The Berenstain Bears are the epitome of a snug and cosy, loved and valued life.
Created by Stan and Jan Berenstain (their son Mike later assumed full authorship following Jan’s death in 2012), with the first book The Big Honey Hunt hitting bookshelves in 1962, reading one of the more than 300 books in the series reminds you of what it feels like to be part of a rich, caring family. They’re not perfect but then they’re not meant to be – things go wrong, lessons get learned and the family, wiser usually thanks to the intervening efforts of Mama Bear (who fixes the mistakes of lumbering Papa Bear who means well but lacks sound execution much of the time), gets back to being appealingly normal.
In many ways their very normality makes them perfect for telling stories about celebrating Christmas since it is after all a time for drawing close to those you love. In Old-Fashioned Christmas, published in 2012, there’s none of the Berenstain Bears usual need for saccharine-sweet moral storytelling; this is more of an evocation of an idealised, perfect Christmas where Mama and Papa, Brother, Sister and Honey Bear all to spend the big day with Grizzly Gran and Gramps who have a penchant for homemade Christmas ornaments and a slew of Christmas cards along the mantelpiece.
It is the very picture of what a Christmas with extended family should be with carol singing (“The Twelve Days of Christmas” gets a good run), no TV (yeah, Gramps is a little curmudgeonly when it comes to modern conveniences), the cutting of a fresh tree out in the woods, unwrapping of the bearloom ornaments (bought fifty years earlier for six cents apiece) and decorating by the entire family, following, naturally enough, by a feast of salmon, pies and gingerbread cookies.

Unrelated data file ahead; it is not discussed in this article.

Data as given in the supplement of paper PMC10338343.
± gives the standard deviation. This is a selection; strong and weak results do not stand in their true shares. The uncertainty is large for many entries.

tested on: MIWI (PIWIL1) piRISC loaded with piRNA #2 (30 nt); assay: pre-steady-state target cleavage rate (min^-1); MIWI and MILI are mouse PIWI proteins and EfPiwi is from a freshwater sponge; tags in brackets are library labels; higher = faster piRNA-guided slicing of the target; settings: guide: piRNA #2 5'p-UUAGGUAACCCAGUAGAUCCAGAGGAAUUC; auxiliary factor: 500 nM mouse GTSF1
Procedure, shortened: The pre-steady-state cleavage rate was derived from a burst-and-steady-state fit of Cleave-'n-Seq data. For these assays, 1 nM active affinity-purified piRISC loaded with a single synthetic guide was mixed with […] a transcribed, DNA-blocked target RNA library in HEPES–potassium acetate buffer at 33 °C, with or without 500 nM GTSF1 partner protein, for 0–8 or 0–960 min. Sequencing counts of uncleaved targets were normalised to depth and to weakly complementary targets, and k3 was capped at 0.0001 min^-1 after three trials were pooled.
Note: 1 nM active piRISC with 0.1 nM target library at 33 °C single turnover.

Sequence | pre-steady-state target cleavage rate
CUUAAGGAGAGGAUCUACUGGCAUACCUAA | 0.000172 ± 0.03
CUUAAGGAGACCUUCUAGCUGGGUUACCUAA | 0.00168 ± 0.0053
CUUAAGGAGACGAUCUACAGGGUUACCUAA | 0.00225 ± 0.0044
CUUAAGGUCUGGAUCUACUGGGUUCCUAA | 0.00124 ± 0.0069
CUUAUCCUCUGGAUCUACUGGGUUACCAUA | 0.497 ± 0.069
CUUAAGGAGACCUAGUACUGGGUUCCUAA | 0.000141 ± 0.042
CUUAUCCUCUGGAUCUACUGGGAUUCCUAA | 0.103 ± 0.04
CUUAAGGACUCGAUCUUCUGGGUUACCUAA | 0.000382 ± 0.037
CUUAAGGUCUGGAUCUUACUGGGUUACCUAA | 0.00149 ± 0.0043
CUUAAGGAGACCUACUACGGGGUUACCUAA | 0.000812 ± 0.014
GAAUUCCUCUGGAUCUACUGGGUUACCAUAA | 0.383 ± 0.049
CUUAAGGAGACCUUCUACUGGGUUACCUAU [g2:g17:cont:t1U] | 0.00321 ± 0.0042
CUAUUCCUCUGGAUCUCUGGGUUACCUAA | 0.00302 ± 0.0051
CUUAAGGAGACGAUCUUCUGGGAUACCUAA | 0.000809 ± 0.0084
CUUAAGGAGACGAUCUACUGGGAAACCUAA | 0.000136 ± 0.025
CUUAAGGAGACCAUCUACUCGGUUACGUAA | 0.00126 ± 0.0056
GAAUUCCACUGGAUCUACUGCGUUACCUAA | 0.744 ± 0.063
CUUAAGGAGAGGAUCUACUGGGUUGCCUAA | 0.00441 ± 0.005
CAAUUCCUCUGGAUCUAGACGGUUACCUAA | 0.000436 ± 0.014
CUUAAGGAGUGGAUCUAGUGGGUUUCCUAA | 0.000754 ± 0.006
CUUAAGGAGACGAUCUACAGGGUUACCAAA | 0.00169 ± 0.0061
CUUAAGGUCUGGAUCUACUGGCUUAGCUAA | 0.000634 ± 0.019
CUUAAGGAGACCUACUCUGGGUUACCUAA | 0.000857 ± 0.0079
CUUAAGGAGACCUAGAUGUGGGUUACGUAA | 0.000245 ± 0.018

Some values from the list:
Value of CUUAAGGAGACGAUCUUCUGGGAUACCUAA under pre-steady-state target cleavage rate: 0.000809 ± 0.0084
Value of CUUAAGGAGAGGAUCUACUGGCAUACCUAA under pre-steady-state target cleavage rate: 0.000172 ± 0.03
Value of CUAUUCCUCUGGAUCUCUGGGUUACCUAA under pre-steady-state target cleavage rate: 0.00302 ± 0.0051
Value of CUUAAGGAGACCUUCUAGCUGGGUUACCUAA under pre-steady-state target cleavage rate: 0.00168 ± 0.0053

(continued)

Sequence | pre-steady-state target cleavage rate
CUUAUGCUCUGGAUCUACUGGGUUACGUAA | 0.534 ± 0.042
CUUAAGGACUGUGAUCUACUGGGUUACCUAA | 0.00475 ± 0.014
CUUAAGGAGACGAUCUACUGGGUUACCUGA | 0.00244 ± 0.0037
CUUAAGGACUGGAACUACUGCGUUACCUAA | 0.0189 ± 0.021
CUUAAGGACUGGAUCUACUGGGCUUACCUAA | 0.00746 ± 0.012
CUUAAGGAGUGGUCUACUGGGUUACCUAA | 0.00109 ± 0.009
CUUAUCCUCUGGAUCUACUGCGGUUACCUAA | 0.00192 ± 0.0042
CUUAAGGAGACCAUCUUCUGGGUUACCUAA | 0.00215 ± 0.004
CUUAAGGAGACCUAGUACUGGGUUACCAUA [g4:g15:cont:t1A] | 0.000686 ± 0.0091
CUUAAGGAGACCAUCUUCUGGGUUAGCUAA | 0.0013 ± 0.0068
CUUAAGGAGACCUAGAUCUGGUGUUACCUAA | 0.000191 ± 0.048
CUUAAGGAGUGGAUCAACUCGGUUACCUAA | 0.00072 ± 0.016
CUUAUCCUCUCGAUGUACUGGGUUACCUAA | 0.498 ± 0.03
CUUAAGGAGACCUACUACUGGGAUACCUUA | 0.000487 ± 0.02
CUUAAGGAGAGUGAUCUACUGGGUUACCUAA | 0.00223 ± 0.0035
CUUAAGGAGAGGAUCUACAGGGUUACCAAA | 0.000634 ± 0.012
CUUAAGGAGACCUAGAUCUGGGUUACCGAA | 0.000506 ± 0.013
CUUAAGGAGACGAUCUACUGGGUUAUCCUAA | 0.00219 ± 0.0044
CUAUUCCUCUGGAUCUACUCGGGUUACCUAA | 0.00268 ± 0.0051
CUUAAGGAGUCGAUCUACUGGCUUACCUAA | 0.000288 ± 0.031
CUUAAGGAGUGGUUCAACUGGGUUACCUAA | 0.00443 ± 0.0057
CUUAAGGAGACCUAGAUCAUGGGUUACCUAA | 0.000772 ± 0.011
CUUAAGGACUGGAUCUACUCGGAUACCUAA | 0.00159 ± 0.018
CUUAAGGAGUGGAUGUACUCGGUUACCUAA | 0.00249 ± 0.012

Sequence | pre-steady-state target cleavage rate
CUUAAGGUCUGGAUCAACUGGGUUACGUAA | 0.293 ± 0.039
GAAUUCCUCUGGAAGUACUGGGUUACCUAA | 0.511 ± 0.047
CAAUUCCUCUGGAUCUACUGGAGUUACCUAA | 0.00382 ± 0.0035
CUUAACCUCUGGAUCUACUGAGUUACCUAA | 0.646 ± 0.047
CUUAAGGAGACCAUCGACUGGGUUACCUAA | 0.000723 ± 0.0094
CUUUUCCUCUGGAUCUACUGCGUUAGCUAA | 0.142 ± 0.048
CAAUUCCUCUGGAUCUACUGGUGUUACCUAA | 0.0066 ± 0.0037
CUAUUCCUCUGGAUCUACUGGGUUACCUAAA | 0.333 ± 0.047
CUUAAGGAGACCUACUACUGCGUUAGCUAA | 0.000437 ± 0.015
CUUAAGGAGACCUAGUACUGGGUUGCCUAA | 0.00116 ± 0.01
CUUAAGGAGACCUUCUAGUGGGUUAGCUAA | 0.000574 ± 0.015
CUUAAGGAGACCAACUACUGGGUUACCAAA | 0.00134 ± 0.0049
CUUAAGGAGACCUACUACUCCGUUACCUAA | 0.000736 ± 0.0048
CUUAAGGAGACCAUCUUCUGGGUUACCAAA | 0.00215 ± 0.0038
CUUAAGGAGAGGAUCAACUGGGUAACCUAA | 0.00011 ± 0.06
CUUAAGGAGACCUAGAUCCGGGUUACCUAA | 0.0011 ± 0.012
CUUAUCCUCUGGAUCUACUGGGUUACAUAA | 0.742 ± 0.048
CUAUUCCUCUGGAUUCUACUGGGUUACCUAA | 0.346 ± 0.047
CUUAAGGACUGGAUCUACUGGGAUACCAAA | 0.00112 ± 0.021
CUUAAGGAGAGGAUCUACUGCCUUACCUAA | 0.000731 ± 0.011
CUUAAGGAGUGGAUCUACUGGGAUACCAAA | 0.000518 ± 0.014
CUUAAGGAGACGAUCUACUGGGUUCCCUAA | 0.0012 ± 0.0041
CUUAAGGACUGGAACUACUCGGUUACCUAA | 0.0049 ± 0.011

As books about the most wonderful time of the year go, it’s like a great, big, warm hug but one which in little ways here and there underlines that real families always have a few issues here or there – Granpa has form issues on where the tree should sit and is a tad challenged when it comes to starting the fire – but nothing that some caroling, sleigh riding, storytelling and present exchanging can’t fix.
Granted, it doesn’t have the gritty, grim reality of The Wire but then this is the Berenstain Bears and it is Christmas and as cosy tales of the festive season go this is pretty much as perfect as you could expect Santa to deliver.
Night Before Christmas is much more limited in both its setting and it storytelling scope but that’s because it is simply a vehicle to re-tell the classic poem A Visit From St. Nicholas by Clement Clarke Moore (first published in 1823 and better known by its immortal first line) which forms the centrepiece of The Berenstain Bears Christmas Eve celebrations one cold and cosy year.
Interestingly, while most of the Christmas tales of The Berenstain Bears refer to Santa Bear, this one (published in 2013) sticks to good old Santa Claus with our beary favourite family ready for his arrival.
The tree is decorated, the stockings are carefully hung the fireplace and Santa’s snacks are happily in place thanks to the conscientious efforts of Brother, Sister and Honey (the latter of whom is seen helping herself to a cookie; no word on how that affects her present count).